I know a lot of the casinos we worked with in the beginning were very skeptical about the idea that these two guys from Fargo were going to get a TV show produced. And they should have been skeptical. In retrospect it was a lot more difficult than we thought it would be.

But it’s worked out. I think a big part of why it’s working is because we really try to foster an environment where people get together to have fun, and poker is the thing that’s bringing them together.

The biggest prize we’ve ever had was almost $300,000, which is a big contrast to the first tournament we did where first prize was $30,000.

With so many recreational players in these fields, and a manageable buy-in, are there many professionals following the tour?

I’d have to say the range of players is about as wide as it can get. You’ve got players that have never played a live event before in their lives all the way to some very exceptional players.

The very first final table we had there was a kid named Cody Slaubaugh and he’s gone on to great things as a professional poker player. He’s had great results since but he was just an 18-year-old kid from Fargo back at that final table.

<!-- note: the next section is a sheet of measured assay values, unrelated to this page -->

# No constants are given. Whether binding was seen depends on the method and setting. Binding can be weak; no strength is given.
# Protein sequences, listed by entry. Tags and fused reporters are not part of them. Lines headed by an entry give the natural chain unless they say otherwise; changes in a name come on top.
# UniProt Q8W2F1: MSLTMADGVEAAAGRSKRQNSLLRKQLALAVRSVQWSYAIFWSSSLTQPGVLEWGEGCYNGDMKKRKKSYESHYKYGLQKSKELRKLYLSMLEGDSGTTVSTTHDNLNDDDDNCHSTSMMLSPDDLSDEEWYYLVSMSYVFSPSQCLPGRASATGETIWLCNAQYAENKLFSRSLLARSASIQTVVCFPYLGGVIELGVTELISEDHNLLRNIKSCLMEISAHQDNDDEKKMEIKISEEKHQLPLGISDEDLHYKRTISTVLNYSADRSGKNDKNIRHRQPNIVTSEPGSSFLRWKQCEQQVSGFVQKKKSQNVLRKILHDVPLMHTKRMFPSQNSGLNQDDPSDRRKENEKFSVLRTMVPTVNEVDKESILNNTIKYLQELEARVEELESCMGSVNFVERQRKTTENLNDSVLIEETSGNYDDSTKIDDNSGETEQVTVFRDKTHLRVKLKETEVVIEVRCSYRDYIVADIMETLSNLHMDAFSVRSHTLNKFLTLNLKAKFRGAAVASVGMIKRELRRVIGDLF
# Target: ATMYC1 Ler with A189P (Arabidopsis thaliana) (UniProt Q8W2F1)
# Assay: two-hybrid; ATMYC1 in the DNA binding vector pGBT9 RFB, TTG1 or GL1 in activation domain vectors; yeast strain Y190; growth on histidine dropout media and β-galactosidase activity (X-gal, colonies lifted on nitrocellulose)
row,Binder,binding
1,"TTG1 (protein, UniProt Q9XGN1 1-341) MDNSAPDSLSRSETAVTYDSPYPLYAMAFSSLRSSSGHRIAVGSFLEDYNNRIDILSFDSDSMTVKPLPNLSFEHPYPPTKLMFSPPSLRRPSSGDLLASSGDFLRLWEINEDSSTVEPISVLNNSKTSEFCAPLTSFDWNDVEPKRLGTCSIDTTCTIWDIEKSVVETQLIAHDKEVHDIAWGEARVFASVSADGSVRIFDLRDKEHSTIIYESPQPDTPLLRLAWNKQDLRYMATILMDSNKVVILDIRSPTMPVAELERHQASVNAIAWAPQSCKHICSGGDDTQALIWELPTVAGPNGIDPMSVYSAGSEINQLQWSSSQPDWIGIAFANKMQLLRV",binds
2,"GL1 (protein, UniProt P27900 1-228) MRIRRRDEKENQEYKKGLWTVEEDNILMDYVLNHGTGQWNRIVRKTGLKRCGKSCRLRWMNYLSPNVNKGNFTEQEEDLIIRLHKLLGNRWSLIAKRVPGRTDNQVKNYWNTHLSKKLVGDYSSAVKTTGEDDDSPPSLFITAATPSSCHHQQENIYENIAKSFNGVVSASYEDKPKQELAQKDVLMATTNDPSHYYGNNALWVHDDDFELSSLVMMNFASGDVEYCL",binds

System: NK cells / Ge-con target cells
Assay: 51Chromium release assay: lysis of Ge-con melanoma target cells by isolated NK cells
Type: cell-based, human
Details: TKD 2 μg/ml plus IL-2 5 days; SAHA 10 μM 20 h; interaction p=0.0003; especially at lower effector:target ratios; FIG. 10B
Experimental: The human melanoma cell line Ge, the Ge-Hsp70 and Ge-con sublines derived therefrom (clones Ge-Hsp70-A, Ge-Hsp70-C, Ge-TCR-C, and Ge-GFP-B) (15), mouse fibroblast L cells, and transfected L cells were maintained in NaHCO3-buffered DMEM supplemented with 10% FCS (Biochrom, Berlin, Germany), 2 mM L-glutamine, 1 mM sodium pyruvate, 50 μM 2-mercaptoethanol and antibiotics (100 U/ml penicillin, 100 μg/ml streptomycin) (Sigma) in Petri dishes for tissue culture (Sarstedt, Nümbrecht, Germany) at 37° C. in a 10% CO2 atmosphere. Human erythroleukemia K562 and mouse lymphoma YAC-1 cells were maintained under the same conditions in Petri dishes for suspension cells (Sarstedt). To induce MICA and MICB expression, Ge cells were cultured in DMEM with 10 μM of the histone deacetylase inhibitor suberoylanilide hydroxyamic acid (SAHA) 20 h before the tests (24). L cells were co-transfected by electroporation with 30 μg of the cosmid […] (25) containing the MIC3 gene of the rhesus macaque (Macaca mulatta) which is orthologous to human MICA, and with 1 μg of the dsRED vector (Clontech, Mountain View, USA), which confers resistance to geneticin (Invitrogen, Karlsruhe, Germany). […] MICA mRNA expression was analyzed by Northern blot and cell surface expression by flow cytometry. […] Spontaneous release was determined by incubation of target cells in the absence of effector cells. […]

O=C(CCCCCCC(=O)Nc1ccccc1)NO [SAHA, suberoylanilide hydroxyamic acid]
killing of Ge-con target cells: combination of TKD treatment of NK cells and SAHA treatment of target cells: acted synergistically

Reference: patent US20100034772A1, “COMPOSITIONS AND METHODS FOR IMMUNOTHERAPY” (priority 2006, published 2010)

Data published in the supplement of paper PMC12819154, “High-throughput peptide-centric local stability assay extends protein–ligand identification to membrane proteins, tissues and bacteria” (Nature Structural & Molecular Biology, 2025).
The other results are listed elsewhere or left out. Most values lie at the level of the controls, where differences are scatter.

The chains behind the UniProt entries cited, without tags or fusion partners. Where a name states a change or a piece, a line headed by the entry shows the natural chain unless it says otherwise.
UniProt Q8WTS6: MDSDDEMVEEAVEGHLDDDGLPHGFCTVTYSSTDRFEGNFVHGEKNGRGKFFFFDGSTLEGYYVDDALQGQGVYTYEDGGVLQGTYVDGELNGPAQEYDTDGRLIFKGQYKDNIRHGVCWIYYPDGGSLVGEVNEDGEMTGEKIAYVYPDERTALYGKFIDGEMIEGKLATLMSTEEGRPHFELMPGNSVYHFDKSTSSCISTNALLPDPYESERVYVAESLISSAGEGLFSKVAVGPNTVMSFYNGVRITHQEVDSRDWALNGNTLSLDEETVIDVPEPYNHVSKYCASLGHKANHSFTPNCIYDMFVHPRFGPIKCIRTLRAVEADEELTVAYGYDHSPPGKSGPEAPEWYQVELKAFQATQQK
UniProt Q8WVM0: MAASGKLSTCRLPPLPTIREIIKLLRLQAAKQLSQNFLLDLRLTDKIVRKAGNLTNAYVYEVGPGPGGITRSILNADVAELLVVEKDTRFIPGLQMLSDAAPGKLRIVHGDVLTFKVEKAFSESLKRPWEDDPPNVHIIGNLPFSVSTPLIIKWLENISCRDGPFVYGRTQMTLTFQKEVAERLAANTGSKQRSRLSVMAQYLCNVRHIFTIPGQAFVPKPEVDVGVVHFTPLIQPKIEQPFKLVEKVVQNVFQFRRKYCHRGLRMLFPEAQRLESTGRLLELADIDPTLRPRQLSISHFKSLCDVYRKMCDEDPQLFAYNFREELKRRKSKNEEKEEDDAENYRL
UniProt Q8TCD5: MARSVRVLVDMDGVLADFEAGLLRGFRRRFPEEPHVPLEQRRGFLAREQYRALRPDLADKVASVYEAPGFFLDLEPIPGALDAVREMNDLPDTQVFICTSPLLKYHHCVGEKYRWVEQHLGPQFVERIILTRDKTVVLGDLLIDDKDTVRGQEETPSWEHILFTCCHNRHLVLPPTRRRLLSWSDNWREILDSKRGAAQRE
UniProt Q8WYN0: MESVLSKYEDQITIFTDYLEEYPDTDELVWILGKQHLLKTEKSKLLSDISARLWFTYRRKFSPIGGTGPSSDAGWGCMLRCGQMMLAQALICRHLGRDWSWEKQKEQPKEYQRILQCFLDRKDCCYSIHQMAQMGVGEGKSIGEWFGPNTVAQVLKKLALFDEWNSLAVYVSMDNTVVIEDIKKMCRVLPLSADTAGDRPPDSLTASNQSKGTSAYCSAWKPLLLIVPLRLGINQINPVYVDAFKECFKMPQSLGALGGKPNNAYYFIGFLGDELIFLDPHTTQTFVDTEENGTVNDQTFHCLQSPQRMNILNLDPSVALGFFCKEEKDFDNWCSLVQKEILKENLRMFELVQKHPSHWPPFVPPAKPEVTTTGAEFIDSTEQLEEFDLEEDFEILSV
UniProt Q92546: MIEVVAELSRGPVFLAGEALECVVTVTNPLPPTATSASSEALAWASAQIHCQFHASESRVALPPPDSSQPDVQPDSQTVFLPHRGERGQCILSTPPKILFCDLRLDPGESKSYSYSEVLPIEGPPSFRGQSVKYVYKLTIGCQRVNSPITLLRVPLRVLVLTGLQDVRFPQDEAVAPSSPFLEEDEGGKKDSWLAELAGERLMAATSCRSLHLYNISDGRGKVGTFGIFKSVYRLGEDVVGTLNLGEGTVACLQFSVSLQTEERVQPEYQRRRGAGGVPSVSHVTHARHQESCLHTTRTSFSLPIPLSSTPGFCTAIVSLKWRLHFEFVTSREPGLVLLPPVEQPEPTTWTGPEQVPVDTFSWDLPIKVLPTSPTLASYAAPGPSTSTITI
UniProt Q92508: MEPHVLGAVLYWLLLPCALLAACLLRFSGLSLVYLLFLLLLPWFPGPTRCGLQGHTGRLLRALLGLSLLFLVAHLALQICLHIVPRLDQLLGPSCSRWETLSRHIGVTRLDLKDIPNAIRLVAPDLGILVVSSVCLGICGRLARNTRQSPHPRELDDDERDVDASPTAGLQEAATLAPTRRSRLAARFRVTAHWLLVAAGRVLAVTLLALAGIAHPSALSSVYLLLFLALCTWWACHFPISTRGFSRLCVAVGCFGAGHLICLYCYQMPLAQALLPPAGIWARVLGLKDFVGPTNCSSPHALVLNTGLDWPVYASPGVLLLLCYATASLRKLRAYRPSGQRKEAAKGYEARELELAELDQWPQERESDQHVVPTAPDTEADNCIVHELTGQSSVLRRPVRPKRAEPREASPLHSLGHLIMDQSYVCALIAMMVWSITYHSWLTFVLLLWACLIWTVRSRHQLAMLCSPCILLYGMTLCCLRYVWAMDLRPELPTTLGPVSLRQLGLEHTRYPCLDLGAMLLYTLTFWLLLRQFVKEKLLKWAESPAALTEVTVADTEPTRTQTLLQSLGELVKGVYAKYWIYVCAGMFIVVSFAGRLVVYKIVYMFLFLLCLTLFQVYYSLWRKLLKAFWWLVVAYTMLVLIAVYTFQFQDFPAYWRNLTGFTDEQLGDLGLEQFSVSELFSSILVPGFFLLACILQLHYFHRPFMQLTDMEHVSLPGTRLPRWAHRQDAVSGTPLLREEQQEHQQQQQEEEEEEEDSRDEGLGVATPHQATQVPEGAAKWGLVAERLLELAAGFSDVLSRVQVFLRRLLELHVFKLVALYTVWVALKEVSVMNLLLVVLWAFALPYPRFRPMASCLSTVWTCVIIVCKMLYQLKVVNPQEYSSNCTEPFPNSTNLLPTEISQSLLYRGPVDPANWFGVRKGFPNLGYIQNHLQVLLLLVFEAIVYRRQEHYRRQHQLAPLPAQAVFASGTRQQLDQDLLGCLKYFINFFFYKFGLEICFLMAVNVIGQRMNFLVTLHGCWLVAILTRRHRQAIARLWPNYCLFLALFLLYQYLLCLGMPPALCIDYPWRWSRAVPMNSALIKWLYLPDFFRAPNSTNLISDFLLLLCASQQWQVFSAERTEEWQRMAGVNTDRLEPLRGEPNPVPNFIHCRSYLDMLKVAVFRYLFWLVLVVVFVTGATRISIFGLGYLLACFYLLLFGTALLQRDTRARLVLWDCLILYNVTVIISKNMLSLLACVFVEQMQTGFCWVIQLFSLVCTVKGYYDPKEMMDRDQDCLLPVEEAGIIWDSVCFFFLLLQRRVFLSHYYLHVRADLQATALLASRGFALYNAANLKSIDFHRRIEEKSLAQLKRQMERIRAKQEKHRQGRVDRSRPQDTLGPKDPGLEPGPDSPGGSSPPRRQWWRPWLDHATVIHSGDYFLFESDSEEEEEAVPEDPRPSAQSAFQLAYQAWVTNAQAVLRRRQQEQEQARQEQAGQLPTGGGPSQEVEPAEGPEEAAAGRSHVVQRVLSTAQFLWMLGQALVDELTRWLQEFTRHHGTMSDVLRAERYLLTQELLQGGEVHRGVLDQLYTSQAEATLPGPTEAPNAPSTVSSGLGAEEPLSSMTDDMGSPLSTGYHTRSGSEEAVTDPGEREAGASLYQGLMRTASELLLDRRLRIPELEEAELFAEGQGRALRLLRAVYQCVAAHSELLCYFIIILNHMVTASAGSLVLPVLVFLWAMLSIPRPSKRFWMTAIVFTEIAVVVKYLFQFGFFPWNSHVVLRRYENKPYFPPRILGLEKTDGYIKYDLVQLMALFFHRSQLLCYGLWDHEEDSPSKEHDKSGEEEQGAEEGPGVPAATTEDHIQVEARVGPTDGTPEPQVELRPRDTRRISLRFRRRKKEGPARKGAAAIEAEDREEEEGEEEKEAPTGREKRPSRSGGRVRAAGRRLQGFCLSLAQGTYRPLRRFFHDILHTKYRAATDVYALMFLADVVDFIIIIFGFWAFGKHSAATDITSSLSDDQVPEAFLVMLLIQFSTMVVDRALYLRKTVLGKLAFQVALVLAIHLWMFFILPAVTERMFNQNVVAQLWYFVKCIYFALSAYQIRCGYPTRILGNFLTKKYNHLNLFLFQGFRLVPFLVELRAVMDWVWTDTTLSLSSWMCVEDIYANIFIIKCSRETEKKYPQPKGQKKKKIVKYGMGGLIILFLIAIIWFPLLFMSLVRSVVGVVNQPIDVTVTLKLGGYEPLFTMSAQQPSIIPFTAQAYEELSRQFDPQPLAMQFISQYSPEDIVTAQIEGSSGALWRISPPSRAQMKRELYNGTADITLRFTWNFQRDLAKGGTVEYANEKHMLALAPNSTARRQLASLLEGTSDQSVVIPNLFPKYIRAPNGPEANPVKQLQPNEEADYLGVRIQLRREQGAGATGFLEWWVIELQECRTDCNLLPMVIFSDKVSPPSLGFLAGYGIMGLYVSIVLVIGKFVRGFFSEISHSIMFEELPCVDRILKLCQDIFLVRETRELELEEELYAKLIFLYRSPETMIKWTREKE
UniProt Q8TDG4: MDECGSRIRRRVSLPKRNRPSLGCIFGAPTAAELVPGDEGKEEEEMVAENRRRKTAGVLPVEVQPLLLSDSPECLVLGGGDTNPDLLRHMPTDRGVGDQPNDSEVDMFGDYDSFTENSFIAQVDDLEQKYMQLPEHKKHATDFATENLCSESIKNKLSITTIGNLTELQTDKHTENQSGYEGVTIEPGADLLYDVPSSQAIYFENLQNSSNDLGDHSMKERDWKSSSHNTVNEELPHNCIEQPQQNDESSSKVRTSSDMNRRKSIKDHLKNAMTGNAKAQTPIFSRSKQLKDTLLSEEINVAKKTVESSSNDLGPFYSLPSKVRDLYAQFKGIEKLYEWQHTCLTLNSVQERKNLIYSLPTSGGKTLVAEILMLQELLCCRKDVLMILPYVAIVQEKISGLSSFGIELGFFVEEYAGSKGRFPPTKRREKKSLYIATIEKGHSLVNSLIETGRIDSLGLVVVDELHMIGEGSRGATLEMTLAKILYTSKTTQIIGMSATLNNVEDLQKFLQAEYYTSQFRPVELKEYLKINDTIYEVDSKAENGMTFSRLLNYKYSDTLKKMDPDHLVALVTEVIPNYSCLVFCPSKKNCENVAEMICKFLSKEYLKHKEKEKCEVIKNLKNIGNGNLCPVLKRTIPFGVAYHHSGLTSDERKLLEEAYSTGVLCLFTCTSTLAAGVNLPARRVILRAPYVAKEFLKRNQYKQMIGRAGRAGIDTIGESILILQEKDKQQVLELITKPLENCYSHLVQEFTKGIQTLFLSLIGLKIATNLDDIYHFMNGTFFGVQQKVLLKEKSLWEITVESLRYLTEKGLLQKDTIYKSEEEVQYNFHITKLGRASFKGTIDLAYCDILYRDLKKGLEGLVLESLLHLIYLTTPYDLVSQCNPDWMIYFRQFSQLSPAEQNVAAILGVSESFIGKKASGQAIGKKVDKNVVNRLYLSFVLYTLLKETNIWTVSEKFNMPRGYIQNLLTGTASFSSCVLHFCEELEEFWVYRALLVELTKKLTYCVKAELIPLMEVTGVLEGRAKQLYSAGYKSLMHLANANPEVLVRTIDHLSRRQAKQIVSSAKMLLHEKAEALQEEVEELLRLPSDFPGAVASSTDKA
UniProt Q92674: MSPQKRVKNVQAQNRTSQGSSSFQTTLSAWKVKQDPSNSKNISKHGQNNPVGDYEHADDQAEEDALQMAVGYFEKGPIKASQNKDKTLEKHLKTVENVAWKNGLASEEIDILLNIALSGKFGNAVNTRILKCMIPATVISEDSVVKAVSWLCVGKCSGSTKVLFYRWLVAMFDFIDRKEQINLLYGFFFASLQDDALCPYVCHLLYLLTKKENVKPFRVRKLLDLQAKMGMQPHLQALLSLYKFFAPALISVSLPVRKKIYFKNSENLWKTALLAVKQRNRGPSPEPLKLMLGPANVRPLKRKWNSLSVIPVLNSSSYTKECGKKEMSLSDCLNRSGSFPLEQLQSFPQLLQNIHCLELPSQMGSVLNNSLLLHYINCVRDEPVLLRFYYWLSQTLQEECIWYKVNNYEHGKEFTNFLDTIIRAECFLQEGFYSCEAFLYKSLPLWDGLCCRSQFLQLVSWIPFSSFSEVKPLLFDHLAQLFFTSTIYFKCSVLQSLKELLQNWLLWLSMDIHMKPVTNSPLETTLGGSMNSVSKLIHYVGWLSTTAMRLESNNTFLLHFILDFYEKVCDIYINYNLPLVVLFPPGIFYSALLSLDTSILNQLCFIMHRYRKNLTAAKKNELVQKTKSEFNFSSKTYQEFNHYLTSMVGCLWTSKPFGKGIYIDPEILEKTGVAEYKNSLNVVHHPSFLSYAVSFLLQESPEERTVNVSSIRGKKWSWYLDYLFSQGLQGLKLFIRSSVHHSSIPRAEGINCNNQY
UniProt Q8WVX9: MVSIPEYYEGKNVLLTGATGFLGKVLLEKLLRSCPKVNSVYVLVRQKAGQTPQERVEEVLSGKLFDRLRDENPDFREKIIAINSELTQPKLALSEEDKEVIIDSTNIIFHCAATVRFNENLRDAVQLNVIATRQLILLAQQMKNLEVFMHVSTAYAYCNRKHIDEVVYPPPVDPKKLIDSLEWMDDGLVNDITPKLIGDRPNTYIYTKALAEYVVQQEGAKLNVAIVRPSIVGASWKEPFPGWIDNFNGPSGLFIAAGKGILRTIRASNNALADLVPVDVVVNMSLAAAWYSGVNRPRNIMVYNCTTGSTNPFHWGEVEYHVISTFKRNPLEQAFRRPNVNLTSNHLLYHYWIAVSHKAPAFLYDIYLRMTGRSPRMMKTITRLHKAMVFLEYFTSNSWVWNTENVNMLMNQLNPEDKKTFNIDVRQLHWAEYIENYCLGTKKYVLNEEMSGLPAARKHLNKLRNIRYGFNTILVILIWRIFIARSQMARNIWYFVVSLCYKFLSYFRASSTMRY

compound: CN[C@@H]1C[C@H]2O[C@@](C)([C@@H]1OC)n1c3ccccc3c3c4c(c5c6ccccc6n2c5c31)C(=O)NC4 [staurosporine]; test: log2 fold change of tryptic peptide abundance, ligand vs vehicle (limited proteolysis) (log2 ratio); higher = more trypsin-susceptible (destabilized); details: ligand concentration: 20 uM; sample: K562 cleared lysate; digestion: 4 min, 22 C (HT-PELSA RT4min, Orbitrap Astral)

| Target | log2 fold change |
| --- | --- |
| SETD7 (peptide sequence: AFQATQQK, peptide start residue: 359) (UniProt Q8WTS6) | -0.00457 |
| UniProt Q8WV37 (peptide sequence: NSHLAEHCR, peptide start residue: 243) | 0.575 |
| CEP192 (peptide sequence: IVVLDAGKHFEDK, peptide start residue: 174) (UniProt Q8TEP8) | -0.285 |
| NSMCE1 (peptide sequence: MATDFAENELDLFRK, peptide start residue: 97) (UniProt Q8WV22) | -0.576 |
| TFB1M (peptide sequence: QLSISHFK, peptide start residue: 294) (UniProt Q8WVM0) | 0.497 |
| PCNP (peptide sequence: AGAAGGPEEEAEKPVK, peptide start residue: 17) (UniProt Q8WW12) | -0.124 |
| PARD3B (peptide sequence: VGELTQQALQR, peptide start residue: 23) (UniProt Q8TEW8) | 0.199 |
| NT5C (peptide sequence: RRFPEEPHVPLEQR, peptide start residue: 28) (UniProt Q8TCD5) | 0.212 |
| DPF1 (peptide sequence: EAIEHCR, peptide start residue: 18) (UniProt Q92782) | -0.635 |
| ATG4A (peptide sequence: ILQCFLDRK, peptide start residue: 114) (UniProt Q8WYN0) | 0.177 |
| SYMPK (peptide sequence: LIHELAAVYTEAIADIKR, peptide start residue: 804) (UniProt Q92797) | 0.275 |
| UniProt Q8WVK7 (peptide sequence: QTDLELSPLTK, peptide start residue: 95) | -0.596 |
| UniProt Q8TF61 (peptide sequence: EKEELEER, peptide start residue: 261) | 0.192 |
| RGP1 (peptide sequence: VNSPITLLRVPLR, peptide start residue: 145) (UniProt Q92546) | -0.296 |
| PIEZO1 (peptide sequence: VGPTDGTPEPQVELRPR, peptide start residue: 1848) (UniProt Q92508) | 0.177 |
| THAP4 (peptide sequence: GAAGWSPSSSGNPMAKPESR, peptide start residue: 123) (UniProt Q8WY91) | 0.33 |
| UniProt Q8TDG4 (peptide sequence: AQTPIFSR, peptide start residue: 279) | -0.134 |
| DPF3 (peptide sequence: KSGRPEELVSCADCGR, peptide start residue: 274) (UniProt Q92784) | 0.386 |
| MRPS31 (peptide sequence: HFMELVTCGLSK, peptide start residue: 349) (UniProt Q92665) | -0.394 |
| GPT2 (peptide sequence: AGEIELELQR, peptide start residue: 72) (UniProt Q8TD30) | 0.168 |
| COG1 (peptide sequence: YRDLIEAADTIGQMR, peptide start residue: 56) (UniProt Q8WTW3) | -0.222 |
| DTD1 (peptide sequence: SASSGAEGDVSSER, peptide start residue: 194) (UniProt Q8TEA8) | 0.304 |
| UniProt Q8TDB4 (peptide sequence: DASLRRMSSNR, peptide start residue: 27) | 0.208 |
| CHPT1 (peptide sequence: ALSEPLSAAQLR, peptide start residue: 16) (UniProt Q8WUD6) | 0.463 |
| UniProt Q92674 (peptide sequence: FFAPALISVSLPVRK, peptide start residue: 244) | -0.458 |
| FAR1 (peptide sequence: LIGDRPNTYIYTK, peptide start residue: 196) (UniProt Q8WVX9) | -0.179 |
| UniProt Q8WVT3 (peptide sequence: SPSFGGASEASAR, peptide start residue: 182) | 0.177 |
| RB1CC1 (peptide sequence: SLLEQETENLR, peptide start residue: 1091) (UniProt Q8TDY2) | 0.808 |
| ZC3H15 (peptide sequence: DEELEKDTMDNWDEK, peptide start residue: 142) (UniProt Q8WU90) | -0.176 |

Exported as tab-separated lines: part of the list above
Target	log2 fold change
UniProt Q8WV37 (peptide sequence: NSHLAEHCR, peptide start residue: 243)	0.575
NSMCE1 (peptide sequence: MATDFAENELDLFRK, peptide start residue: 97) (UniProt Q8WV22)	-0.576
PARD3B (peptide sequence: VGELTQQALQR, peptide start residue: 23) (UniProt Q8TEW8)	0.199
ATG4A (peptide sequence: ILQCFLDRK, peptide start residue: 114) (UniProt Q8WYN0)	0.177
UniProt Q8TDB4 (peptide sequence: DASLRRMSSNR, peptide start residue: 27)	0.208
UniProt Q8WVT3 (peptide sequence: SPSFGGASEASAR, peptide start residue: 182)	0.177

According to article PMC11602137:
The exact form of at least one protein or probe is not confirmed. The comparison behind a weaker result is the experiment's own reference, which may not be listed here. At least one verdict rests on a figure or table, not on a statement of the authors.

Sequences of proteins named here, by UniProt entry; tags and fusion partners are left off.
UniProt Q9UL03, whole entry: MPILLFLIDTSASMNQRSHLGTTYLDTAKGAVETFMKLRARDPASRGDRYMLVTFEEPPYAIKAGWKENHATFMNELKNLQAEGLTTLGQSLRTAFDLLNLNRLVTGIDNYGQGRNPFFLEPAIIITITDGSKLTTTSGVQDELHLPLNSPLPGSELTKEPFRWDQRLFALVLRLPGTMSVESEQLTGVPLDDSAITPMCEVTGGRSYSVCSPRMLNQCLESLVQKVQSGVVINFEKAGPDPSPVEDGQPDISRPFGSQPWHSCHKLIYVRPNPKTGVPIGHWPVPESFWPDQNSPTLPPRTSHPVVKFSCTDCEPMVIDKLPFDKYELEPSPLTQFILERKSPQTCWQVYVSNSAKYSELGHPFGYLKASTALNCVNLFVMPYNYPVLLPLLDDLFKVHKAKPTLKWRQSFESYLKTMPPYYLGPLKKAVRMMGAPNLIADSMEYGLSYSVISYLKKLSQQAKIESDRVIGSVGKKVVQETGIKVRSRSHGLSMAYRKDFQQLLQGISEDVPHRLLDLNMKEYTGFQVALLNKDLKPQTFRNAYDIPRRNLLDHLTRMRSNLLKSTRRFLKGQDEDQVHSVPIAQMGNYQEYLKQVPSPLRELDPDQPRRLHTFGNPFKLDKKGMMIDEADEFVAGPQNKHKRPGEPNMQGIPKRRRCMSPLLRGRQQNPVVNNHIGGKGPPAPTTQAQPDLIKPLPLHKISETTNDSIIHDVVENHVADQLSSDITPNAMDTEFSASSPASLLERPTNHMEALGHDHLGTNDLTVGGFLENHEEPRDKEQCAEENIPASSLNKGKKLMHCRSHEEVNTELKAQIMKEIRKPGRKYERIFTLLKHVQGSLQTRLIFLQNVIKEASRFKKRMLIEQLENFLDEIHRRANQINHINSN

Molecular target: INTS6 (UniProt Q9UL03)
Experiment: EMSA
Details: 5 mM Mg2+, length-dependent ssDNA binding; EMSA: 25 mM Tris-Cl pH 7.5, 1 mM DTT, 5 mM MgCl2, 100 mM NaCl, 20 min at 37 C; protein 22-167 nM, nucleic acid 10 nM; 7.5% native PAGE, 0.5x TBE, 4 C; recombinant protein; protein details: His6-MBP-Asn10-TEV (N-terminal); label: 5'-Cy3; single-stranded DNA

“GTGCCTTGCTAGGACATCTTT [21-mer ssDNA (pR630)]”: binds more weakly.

I remember thinking he was some punk kid back then (laughs), but it turns out he’s a really nice guy and we’ve become friends.

I’d say 80 percent of our players are what I’d call enthusiasts. They have nine to five jobs and they play poker for fun. But that other 20 percent are making a living playing poker, and you’re usually going to see a few of them at the final table.

How has Black Friday Changed Things for Heartland Poker Tour?

Since Black Friday we’ve definitely seen an uptick in our events. We had our biggest event ever in October in Colorado where had our first million-dollar prize pool.

full set
A final table on the Heartland Poker Tour.

I think there are a lot of players who used to be able to play online, whether it’s for fun or to make a living, and now they’re forced to come out to the casino to play tournaments.

And our events offer a lot of value. You can win a lot of money. The idea of winning $300k from a $1,500 buy-in is pretty exceptional.